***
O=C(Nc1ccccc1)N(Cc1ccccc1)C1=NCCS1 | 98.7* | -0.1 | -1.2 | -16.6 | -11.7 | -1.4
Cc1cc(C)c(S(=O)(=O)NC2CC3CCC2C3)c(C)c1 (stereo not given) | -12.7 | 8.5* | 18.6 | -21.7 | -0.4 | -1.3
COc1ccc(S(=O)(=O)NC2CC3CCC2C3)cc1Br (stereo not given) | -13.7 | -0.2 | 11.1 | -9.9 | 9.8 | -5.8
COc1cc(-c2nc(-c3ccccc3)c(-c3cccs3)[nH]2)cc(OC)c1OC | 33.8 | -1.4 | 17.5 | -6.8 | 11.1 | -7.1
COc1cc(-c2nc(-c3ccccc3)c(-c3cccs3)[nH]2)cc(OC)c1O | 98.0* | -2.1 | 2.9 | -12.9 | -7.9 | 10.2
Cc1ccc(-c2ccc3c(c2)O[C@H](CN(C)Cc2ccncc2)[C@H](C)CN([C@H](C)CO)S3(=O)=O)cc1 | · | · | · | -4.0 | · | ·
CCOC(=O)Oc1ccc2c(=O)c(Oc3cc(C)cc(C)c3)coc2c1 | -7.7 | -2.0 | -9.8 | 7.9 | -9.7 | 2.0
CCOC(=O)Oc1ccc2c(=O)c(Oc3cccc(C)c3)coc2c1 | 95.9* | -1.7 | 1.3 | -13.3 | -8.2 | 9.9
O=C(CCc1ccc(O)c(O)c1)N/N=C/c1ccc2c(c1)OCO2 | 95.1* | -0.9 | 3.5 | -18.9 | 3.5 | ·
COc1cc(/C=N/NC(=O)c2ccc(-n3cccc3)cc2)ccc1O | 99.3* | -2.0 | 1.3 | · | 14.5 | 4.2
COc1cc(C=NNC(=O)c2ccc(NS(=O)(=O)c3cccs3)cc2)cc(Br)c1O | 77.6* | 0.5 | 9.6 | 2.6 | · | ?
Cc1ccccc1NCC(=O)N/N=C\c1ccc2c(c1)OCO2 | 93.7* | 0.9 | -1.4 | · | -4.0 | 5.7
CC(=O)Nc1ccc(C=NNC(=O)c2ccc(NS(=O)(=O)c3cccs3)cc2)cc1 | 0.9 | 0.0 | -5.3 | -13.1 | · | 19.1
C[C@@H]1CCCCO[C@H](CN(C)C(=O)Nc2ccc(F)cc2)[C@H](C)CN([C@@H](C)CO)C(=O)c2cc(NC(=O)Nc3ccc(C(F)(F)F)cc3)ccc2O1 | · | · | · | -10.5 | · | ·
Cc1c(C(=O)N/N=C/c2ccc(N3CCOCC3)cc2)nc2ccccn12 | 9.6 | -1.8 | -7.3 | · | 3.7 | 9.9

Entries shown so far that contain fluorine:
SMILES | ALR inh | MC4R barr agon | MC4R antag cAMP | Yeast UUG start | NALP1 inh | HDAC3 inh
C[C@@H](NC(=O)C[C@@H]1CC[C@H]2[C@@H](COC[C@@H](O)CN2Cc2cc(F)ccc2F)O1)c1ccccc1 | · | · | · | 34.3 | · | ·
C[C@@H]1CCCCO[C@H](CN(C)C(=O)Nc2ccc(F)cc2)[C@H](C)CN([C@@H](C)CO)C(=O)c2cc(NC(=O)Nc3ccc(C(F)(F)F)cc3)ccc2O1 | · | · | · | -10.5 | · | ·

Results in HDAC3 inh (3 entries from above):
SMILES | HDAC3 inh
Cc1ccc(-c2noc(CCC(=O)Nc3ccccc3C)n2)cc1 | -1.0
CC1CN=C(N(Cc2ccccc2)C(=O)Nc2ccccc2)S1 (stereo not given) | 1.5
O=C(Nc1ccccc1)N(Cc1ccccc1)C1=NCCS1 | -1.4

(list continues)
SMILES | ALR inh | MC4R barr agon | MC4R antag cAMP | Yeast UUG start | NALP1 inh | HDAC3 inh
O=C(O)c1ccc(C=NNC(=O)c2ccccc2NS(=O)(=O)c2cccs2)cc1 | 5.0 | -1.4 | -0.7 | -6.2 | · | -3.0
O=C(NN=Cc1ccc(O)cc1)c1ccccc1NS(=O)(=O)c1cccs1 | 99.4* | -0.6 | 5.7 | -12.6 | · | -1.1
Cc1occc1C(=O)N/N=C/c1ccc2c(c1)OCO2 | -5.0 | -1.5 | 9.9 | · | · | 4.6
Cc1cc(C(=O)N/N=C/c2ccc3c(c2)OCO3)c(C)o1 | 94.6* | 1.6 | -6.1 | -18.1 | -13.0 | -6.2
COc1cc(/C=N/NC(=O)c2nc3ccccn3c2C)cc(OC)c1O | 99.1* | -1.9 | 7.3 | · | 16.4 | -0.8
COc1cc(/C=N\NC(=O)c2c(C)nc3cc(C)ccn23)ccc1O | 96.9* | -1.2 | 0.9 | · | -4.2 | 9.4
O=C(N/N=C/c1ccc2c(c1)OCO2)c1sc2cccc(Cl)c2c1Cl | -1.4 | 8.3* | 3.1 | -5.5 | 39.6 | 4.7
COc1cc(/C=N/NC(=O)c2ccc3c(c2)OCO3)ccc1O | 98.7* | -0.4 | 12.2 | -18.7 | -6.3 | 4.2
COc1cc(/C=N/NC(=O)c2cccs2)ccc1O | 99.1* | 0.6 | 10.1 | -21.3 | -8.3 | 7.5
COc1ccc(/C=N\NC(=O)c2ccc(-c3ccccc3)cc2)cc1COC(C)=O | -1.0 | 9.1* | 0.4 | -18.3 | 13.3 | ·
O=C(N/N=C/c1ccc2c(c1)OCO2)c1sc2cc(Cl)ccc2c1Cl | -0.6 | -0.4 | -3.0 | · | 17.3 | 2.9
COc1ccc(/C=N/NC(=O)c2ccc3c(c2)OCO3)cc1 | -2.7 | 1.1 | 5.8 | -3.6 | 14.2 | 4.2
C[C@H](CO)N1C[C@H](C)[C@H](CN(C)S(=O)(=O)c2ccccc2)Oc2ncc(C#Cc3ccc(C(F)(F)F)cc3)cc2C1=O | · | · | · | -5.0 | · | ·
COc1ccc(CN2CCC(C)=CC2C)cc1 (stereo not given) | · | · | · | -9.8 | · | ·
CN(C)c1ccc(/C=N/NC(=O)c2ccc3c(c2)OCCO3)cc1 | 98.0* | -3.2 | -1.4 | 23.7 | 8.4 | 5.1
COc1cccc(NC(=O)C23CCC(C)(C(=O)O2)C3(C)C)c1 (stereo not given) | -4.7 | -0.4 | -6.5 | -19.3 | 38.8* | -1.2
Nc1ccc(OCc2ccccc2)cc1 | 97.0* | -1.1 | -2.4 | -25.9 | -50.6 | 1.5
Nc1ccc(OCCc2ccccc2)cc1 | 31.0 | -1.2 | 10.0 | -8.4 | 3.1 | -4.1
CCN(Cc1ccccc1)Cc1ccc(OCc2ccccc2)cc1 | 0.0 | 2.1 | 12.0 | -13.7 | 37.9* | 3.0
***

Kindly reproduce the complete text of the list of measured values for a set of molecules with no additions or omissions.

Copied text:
O=C(Nc1ccccc1)N(Cc1ccccc1)C1=NCCS1 | 98.7* | -0.1 | -1.2 | -16.6 | -11.7 | -1.4
Cc1cc(C)c(S(=O)(=O)NC2CC3CCC2C3)c(C)c1 (stereo not given) | -12.7 | 8.5* | 18.6 | -21.7 | -0.4 | -1.3
COc1ccc(S(=O)(=O)NC2CC3CCC2C3)cc1Br (stereo not given) | -13.7 | -0.2 | 11.1 | -9.9 | 9.8 | -5.8
COc1cc(-c2nc(-c3ccccc3)c(-c3cccs3)[nH]2)cc(OC)c1OC | 33.8 | -1.4 | 17.5 | -6.8 | 11.1 | -7.1
COc1cc(-c2nc(-c3ccccc3)c(-c3cccs3)[nH]2)cc(OC)c1O | 98.0* | -2.1 | 2.9 | -12.9 | -7.9 | 10.2
Cc1ccc(-c2ccc3c(c2)O[C@H](CN(C)Cc2ccncc2)[C@H](C)CN([C@H](C)CO)S3(=O)=O)cc1 | · | · | · | -4.0 | · | ·
CCOC(=O)Oc1ccc2c(=O)c(Oc3cc(C)cc(C)c3)coc2c1 | -7.7 | -2.0 | -9.8 | 7.9 | -9.7 | 2.0
CCOC(=O)Oc1ccc2c(=O)c(Oc3cccc(C)c3)coc2c1 | 95.9* | -1.7 | 1.3 | -13.3 | -8.2 | 9.9
O=C(CCc1ccc(O)c(O)c1)N/N=C/c1ccc2c(c1)OCO2 | 95.1* | -0.9 | 3.5 | -18.9 | 3.5 | ·
COc1cc(/C=N/NC(=O)c2ccc(-n3cccc3)cc2)ccc1O | 99.3* | -2.0 | 1.3 | · | 14.5 | 4.2
COc1cc(C=NNC(=O)c2ccc(NS(=O)(=O)c3cccs3)cc2)cc(Br)c1O | 77.6* | 0.5 | 9.6 | 2.6 | · | ?
Cc1ccccc1NCC(=O)N/N=C\c1ccc2c(c1)OCO2 | 93.7* | 0.9 | -1.4 | · | -4.0 | 5.7
CC(=O)Nc1ccc(C=NNC(=O)c2ccc(NS(=O)(=O)c3cccs3)cc2)cc1 | 0.9 | 0.0 | -5.3 | -13.1 | · | 19.1
C[C@@H]1CCCCO[C@H](CN(C)C(=O)Nc2ccc(F)cc2)[C@H](C)CN([C@@H](C)CO)C(=O)c2cc(NC(=O)Nc3ccc(C(F)(F)F)cc3)ccc2O1 | · | · | · | -10.5 | · | ·
Cc1c(C(=O)N/N=C/c2ccc(N3CCOCC3)cc2)nc2ccccn12 | 9.6 | -1.8 | -7.3 | · | 3.7 | 9.9

Entries shown so far that contain fluorine:
SMILES | ALR inh | MC4R barr agon | MC4R antag cAMP | Yeast UUG start | NALP1 inh | HDAC3 inh
C[C@@H](NC(=O)C[C@@H]1CC[C@H]2[C@@H](COC[C@@H](O)CN2Cc2cc(F)ccc2F)O1)c1ccccc1 | · | · | · | 34.3 | · | ·
C[C@@H]1CCCCO[C@H](CN(C)C(=O)Nc2ccc(F)cc2)[C@H](C)CN([C@@H](C)CO)C(=O)c2cc(NC(=O)Nc3ccc(C(F)(F)F)cc3)ccc2O1 | · | · | · | -10.5 | · | ·

Results in HDAC3 inh (3 entries from above):
SMILES | HDAC3 inh
Cc1ccc(-c2noc(CCC(=O)Nc3ccccc3C)n2)cc1 | -1.0
CC1CN=C(N(Cc2ccccc2)C(=O)Nc2ccccc2)S1 (stereo not given) | 1.5
O=C(Nc1ccccc1)N(Cc1ccccc1)C1=NCCS1 | -1.4

(list continues)
SMILES | ALR inh | MC4R barr agon | MC4R antag cAMP | Yeast UUG start | NALP1 inh | HDAC3 inh
O=C(O)c1ccc(C=NNC(=O)c2ccccc2NS(=O)(=O)c2cccs2)cc1 | 5.0 | -1.4 | -0.7 | -6.2 | · | -3.0
O=C(NN=Cc1ccc(O)cc1)c1ccccc1NS(=O)(=O)c1cccs1 | 99.4* | -0.6 | 5.7 | -12.6 | · | -1.1
Cc1occc1C(=O)N/N=C/c1ccc2c(c1)OCO2 | -5.0 | -1.5 | 9.9 | · | · | 4.6
Cc1cc(C(=O)N/N=C/c2ccc3c(c2)OCO3)c(C)o1 | 94.6* | 1.6 | -6.1 | -18.1 | -13.0 | -6.2
COc1cc(/C=N/NC(=O)c2nc3ccccn3c2C)cc(OC)c1O | 99.1* | -1.9 | 7.3 | · | 16.4 | -0.8
COc1cc(/C=N\NC(=O)c2c(C)nc3cc(C)ccn23)ccc1O | 96.9* | -1.2 | 0.9 | · | -4.2 | 9.4
O=C(N/N=C/c1ccc2c(c1)OCO2)c1sc2cccc(Cl)c2c1Cl | -1.4 | 8.3* | 3.1 | -5.5 | 39.6 | 4.7
COc1cc(/C=N/NC(=O)c2ccc3c(c2)OCO3)ccc1O | 98.7* | -0.4 | 12.2 | -18.7 | -6.3 | 4.2
COc1cc(/C=N/NC(=O)c2cccs2)ccc1O | 99.1* | 0.6 | 10.1 | -21.3 | -8.3 | 7.5
COc1ccc(/C=N\NC(=O)c2ccc(-c3ccccc3)cc2)cc1COC(C)=O | -1.0 | 9.1* | 0.4 | -18.3 | 13.3 | ·
O=C(N/N=C/c1ccc2c(c1)OCO2)c1sc2cc(Cl)ccc2c1Cl | -0.6 | -0.4 | -3.0 | · | 17.3 | 2.9
COc1ccc(/C=N/NC(=O)c2ccc3c(c2)OCO3)cc1 | -2.7 | 1.1 | 5.8 | -3.6 | 14.2 | 4.2
C[C@H](CO)N1C[C@H](C)[C@H](CN(C)S(=O)(=O)c2ccccc2)Oc2ncc(C#Cc3ccc(C(F)(F)F)cc3)cc2C1=O | · | · | · | -5.0 | · | ·
COc1ccc(CN2CCC(C)=CC2C)cc1 (stereo not given) | · | · | · | -9.8 | · | ·
CN(C)c1ccc(/C=N/NC(=O)c2ccc3c(c2)OCCO3)cc1 | 98.0* | -3.2 | -1.4 | 23.7 | 8.4 | 5.1
COc1cccc(NC(=O)C23CCC(C)(C(=O)O2)C3(C)C)c1 (stereo not given) | -4.7 | -0.4 | -6.5 | -19.3 | 38.8* | -1.2
Nc1ccc(OCc2ccccc2)cc1 | 97.0* | -1.1 | -2.4 | -25.9 | -50.6 | 1.5
Nc1ccc(OCCc2ccccc2)cc1 | 31.0 | -1.2 | 10.0 | -8.4 | 3.1 | -4.1
CCN(Cc1ccccc1)Cc1ccc(OCc2ccccc2)cc1 | 0.0 | 2.1 | 12.0 | -13.7 | 37.9* | 3.0